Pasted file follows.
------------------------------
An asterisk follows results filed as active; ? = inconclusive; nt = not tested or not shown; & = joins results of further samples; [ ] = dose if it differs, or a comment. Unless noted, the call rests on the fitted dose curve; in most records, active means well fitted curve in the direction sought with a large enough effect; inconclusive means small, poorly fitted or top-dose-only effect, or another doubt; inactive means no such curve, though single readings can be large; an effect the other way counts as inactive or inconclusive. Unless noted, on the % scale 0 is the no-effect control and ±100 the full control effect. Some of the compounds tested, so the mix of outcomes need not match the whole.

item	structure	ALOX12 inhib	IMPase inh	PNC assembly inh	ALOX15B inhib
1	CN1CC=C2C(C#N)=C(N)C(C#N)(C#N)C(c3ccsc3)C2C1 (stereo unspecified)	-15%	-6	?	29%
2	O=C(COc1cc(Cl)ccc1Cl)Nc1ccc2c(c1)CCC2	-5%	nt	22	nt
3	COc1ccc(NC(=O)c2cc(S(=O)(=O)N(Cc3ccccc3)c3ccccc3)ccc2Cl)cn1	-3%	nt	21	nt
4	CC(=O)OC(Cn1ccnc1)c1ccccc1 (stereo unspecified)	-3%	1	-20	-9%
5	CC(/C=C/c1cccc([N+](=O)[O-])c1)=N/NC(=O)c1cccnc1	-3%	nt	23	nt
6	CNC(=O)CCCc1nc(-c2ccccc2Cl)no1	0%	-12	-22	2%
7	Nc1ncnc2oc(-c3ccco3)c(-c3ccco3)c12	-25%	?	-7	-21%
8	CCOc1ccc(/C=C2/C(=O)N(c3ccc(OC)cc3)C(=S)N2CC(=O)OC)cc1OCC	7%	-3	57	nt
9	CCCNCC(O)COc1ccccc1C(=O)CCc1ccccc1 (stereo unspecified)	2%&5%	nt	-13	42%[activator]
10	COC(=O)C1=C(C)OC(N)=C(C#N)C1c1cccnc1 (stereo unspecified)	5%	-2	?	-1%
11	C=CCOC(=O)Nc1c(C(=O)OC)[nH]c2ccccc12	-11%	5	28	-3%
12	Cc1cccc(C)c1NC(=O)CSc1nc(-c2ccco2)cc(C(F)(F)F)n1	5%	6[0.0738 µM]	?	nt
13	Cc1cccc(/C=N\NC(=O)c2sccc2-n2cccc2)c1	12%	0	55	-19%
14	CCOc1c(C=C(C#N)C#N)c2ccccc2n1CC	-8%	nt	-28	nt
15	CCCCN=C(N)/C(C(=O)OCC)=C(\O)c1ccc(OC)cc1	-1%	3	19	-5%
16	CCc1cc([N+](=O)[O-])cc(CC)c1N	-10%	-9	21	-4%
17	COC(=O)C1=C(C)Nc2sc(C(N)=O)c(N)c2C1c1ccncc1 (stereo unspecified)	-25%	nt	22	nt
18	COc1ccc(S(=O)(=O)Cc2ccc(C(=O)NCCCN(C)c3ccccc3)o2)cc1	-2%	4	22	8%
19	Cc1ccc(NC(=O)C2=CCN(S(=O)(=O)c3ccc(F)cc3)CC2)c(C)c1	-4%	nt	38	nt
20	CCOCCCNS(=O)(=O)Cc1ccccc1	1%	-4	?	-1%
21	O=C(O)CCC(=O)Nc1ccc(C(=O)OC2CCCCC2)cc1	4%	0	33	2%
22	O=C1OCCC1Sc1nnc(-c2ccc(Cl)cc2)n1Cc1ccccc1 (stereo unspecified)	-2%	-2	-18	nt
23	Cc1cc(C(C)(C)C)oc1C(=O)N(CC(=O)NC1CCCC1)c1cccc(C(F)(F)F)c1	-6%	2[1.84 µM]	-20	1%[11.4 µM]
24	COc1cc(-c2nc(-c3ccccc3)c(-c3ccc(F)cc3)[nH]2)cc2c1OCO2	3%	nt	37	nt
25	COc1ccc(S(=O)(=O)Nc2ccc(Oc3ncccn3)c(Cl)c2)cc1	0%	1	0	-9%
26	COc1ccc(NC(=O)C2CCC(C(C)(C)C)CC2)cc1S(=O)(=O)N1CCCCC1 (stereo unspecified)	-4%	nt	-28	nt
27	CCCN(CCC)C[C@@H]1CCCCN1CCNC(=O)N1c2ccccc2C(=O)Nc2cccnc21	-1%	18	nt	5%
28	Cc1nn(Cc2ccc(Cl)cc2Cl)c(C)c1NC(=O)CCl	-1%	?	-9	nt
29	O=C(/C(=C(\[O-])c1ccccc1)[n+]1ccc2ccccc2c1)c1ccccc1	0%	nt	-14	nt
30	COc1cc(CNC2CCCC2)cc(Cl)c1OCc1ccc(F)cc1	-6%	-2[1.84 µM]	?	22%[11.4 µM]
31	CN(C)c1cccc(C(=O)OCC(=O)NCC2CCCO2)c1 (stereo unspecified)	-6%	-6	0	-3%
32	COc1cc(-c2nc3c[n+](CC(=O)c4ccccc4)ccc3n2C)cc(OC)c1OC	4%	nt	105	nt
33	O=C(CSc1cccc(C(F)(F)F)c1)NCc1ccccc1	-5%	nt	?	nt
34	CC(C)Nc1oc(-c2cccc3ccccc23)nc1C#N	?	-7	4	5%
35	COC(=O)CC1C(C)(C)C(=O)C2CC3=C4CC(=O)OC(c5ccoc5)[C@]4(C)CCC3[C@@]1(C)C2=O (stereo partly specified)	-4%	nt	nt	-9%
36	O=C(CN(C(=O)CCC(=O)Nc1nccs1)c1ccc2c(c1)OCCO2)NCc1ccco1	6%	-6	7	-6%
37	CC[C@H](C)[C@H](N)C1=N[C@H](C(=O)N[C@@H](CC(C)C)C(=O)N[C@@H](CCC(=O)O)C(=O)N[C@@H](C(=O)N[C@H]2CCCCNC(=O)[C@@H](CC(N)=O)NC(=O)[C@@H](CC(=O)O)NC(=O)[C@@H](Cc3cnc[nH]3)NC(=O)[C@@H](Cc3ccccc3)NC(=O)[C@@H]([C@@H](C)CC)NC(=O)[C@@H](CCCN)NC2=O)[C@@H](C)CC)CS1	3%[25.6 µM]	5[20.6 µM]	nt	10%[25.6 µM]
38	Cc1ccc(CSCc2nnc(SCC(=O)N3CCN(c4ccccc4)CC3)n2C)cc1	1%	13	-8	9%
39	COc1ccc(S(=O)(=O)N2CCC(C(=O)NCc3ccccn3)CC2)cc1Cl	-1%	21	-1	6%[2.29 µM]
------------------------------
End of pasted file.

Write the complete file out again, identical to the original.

An asterisk follows results filed as active; ? = inconclusive; nt = not tested or not shown; & = joins results of further samples; [ ] = dose if it differs, or a comment. Unless noted, the call rests on the fitted dose curve; in most records, active means well fitted curve in the direction sought with a large enough effect; inconclusive means small, poorly fitted or top-dose-only effect, or another doubt; inactive means no such curve, though single readings can be large; an effect the other way counts as inactive or inconclusive. Unless noted, on the % scale 0 is the no-effect control and ±100 the full control effect. Some of the compounds tested, so the mix of outcomes need not match the whole.

item	structure	ALOX12 inhib	IMPase inh	PNC assembly inh	ALOX15B inhib
1	CN1CC=C2C(C#N)=C(N)C(C#N)(C#N)C(c3ccsc3)C2C1 (stereo unspecified)	-15%	-6	?	29%
2	O=C(COc1cc(Cl)ccc1Cl)Nc1ccc2c(c1)CCC2	-5%	nt	22	nt
3	COc1ccc(NC(=O)c2cc(S(=O)(=O)N(Cc3ccccc3)c3ccccc3)ccc2Cl)cn1	-3%	nt	21	nt
4	CC(=O)OC(Cn1ccnc1)c1ccccc1 (stereo unspecified)	-3%	1	-20	-9%
5	CC(/C=C/c1cccc([N+](=O)[O-])c1)=N/NC(=O)c1cccnc1	-3%	nt	23	nt
6	CNC(=O)CCCc1nc(-c2ccccc2Cl)no1	0%	-12	-22	2%
7	Nc1ncnc2oc(-c3ccco3)c(-c3ccco3)c12	-25%	?	-7	-21%
8	CCOc1ccc(/C=C2/C(=O)N(c3ccc(OC)cc3)C(=S)N2CC(=O)OC)cc1OCC	7%	-3	57	nt
9	CCCNCC(O)COc1ccccc1C(=O)CCc1ccccc1 (stereo unspecified)	2%&5%	nt	-13	42%[activator]
10	COC(=O)C1=C(C)OC(N)=C(C#N)C1c1cccnc1 (stereo unspecified)	5%	-2	?	-1%
11	C=CCOC(=O)Nc1c(C(=O)OC)[nH]c2ccccc12	-11%	5	28	-3%
12	Cc1cccc(C)c1NC(=O)CSc1nc(-c2ccco2)cc(C(F)(F)F)n1	5%	6[0.0738 µM]	?	nt
13	Cc1cccc(/C=N\NC(=O)c2sccc2-n2cccc2)c1	12%	0	55	-19%
14	CCOc1c(C=C(C#N)C#N)c2ccccc2n1CC	-8%	nt	-28	nt
15	CCCCN=C(N)/C(C(=O)OCC)=C(\O)c1ccc(OC)cc1	-1%	3	19	-5%
16	CCc1cc([N+](=O)[O-])cc(CC)c1N	-10%	-9	21	-4%
17	COC(=O)C1=C(C)Nc2sc(C(N)=O)c(N)c2C1c1ccncc1 (stereo unspecified)	-25%	nt	22	nt
18	COc1ccc(S(=O)(=O)Cc2ccc(C(=O)NCCCN(C)c3ccccc3)o2)cc1	-2%	4	22	8%
19	Cc1ccc(NC(=O)C2=CCN(S(=O)(=O)c3ccc(F)cc3)CC2)c(C)c1	-4%	nt	38	nt
20	CCOCCCNS(=O)(=O)Cc1ccccc1	1%	-4	?	-1%
21	O=C(O)CCC(=O)Nc1ccc(C(=O)OC2CCCCC2)cc1	4%	0	33	2%
22	O=C1OCCC1Sc1nnc(-c2ccc(Cl)cc2)n1Cc1ccccc1 (stereo unspecified)	-2%	-2	-18	nt
23	Cc1cc(C(C)(C)C)oc1C(=O)N(CC(=O)NC1CCCC1)c1cccc(C(F)(F)F)c1	-6%	2[1.84 µM]	-20	1%[11.4 µM]
24	COc1cc(-c2nc(-c3ccccc3)c(-c3ccc(F)cc3)[nH]2)cc2c1OCO2	3%	nt	37	nt
25	COc1ccc(S(=O)(=O)Nc2ccc(Oc3ncccn3)c(Cl)c2)cc1	0%	1	0	-9%
26	COc1ccc(NC(=O)C2CCC(C(C)(C)C)CC2)cc1S(=O)(=O)N1CCCCC1 (stereo unspecified)	-4%	nt	-28	nt
27	CCCN(CCC)C[C@@H]1CCCCN1CCNC(=O)N1c2ccccc2C(=O)Nc2cccnc21	-1%	18	nt	5%
28	Cc1nn(Cc2ccc(Cl)cc2Cl)c(C)c1NC(=O)CCl	-1%	?	-9	nt
29	O=C(/C(=C(\[O-])c1ccccc1)[n+]1ccc2ccccc2c1)c1ccccc1	0%	nt	-14	nt
30	COc1cc(CNC2CCCC2)cc(Cl)c1OCc1ccc(F)cc1	-6%	-2[1.84 µM]	?	22%[11.4 µM]
31	CN(C)c1cccc(C(=O)OCC(=O)NCC2CCCO2)c1 (stereo unspecified)	-6%	-6	0	-3%
32	COc1cc(-c2nc3c[n+](CC(=O)c4ccccc4)ccc3n2C)cc(OC)c1OC	4%	nt	105	nt
33	O=C(CSc1cccc(C(F)(F)F)c1)NCc1ccccc1	-5%	nt	?	nt
34	CC(C)Nc1oc(-c2cccc3ccccc23)nc1C#N	?	-7	4	5%
35	COC(=O)CC1C(C)(C)C(=O)C2CC3=C4CC(=O)OC(c5ccoc5)[C@]4(C)CCC3[C@@]1(C)C2=O (stereo partly specified)	-4%	nt	nt	-9%
36	O=C(CN(C(=O)CCC(=O)Nc1nccs1)c1ccc2c(c1)OCCO2)NCc1ccco1	6%	-6	7	-6%
37	CC[C@H](C)[C@H](N)C1=N[C@H](C(=O)N[C@@H](CC(C)C)C(=O)N[C@@H](CCC(=O)O)C(=O)N[C@@H](C(=O)N[C@H]2CCCCNC(=O)[C@@H](CC(N)=O)NC(=O)[C@@H](CC(=O)O)NC(=O)[C@@H](Cc3cnc[nH]3)NC(=O)[C@@H](Cc3ccccc3)NC(=O)[C@@H]([C@@H](C)CC)NC(=O)[C@@H](CCCN)NC2=O)[C@@H](C)CC)CS1	3%[25.6 µM]	5[20.6 µM]	nt	10%[25.6 µM]
38	Cc1ccc(CSCc2nnc(SCC(=O)N3CCN(c4ccccc4)CC3)n2C)cc1	1%	13	-8	9%
39	COc1ccc(S(=O)(=O)N2CCC(C(=O)NCc3ccccn3)CC2)cc1Cl	-1%	21	-1	6%[2.29 µM]